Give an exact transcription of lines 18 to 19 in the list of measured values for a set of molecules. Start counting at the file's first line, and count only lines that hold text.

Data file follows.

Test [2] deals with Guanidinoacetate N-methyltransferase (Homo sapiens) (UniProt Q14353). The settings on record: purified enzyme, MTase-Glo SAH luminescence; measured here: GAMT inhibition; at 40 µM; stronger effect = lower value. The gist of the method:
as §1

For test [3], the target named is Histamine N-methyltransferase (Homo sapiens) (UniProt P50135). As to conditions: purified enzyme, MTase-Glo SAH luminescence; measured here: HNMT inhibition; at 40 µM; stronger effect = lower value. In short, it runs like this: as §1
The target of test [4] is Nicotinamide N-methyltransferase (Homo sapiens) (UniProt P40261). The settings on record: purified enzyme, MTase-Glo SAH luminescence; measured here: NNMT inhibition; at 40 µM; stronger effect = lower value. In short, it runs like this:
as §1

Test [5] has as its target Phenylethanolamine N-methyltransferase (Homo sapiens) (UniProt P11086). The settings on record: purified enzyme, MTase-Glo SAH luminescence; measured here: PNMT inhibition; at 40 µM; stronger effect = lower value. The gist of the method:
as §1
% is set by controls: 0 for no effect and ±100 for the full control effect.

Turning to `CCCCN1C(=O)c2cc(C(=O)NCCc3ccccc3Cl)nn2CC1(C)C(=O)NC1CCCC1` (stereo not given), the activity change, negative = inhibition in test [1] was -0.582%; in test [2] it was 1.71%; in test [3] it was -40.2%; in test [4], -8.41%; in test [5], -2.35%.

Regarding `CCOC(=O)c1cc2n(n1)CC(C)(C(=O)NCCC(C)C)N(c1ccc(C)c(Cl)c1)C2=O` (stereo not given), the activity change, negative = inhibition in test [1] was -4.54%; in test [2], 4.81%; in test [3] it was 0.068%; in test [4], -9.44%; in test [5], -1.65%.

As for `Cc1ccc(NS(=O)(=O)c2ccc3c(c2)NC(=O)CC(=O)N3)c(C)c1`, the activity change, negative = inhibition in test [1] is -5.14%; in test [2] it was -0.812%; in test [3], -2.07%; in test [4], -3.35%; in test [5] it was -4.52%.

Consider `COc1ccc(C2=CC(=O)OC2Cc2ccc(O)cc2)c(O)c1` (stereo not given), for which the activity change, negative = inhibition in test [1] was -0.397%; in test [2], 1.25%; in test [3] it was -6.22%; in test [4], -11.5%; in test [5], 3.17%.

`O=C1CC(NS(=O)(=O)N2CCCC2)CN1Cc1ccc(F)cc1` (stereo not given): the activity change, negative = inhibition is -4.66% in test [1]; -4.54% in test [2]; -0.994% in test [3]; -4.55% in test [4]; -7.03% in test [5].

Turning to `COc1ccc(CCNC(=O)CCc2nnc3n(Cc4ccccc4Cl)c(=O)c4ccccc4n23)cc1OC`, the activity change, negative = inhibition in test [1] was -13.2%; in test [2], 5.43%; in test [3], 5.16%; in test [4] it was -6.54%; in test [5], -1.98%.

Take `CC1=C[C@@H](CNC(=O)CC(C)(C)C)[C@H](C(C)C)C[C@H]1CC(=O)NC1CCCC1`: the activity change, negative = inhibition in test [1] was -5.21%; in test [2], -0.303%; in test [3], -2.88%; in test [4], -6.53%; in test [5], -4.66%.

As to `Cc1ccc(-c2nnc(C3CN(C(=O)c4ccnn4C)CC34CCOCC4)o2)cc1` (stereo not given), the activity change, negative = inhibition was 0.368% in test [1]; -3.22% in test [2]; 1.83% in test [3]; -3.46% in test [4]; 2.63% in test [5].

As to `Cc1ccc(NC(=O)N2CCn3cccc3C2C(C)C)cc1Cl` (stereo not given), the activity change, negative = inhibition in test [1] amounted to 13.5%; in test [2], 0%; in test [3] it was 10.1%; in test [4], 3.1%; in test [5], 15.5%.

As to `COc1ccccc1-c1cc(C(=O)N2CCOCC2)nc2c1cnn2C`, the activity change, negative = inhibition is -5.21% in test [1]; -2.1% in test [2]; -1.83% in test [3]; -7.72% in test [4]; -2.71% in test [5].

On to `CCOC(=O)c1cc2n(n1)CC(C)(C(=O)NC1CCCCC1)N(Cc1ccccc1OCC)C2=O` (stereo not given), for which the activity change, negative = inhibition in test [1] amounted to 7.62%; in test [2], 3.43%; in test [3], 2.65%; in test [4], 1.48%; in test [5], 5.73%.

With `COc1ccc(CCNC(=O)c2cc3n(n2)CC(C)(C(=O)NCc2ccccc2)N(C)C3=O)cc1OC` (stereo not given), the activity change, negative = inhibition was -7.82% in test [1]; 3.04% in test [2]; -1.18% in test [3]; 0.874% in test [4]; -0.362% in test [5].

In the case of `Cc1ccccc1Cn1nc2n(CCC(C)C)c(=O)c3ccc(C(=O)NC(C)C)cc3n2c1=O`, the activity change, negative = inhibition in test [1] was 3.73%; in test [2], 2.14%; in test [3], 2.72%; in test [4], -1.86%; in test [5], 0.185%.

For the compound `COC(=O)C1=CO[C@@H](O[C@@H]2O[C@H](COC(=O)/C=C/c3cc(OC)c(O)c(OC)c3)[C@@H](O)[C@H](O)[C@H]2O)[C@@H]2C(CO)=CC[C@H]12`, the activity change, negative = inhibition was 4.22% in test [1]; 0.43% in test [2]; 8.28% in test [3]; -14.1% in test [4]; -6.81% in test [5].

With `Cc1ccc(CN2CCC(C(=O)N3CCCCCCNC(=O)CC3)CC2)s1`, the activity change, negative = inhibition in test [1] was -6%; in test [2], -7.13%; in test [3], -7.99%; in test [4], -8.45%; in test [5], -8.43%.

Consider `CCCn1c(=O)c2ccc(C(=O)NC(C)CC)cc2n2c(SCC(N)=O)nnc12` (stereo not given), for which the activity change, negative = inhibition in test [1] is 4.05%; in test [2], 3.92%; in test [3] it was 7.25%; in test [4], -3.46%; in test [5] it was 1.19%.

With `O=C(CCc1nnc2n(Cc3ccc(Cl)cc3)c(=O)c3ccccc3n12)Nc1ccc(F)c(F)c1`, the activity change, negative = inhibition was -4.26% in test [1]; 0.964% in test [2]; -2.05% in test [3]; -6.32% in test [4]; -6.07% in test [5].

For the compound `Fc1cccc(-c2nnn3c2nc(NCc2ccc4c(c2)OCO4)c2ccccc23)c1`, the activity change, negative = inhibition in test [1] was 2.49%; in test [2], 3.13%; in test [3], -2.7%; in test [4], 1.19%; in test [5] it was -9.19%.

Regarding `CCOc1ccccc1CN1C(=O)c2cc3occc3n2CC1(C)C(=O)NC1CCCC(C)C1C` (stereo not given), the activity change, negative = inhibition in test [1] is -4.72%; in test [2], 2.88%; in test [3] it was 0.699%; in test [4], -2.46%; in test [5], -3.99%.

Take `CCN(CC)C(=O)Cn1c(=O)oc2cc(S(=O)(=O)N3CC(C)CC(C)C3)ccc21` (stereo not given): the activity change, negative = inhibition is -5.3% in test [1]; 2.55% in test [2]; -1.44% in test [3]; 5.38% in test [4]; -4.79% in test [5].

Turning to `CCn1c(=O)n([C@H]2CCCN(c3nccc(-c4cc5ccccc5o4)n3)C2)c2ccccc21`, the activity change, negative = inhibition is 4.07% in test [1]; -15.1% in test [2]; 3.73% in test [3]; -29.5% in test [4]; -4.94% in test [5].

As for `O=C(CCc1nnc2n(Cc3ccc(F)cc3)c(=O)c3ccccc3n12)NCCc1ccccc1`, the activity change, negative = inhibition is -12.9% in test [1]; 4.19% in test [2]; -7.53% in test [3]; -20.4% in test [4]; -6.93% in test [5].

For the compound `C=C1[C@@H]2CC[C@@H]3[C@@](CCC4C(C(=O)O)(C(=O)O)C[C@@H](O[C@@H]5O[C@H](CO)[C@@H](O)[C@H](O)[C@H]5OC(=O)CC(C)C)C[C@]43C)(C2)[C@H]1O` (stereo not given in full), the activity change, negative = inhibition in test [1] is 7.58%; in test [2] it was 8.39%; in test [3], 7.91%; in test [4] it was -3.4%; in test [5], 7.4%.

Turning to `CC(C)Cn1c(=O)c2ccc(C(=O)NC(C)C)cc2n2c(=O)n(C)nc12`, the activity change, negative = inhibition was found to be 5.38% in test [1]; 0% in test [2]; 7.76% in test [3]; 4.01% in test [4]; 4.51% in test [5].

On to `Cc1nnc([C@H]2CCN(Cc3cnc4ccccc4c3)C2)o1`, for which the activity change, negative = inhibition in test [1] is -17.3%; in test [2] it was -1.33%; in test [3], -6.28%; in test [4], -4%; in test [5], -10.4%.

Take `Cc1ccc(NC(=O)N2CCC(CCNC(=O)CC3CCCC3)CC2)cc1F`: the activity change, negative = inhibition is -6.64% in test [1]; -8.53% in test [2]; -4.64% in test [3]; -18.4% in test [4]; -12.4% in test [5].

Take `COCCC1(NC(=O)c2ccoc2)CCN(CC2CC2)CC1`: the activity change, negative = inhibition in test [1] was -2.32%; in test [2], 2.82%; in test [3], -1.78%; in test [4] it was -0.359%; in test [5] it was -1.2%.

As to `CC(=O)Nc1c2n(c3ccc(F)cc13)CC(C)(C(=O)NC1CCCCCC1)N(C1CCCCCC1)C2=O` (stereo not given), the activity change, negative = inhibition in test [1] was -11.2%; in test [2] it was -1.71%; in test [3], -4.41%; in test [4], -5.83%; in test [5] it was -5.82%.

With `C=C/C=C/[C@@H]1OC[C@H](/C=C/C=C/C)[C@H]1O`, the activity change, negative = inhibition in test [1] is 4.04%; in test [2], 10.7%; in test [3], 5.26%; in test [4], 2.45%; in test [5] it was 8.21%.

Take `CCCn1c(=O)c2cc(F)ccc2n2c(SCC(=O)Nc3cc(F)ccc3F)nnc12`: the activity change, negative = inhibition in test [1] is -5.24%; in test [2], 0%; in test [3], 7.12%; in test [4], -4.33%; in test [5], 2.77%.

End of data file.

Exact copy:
As to `COc1ccccc1-c1cc(C(=O)N2CCOCC2)nc2c1cnn2C`, the activity change, negative = inhibition is -5.21% in test [1]; -2.1% in test [2]; -1.83% in test [3]; -7.72% in test [4]; -2.71% in test [5].

On to `CCOC(=O)c1cc2n(n1)CC(C)(C(=O)NC1CCCCC1)N(Cc1ccccc1OCC)C2=O` (stereo not given), for which the activity change, negative = inhibition in test [1] amounted to 7.62%; in test [2], 3.43%; in test [3], 2.65%; in test [4], 1.48%; in test [5], 5.73%.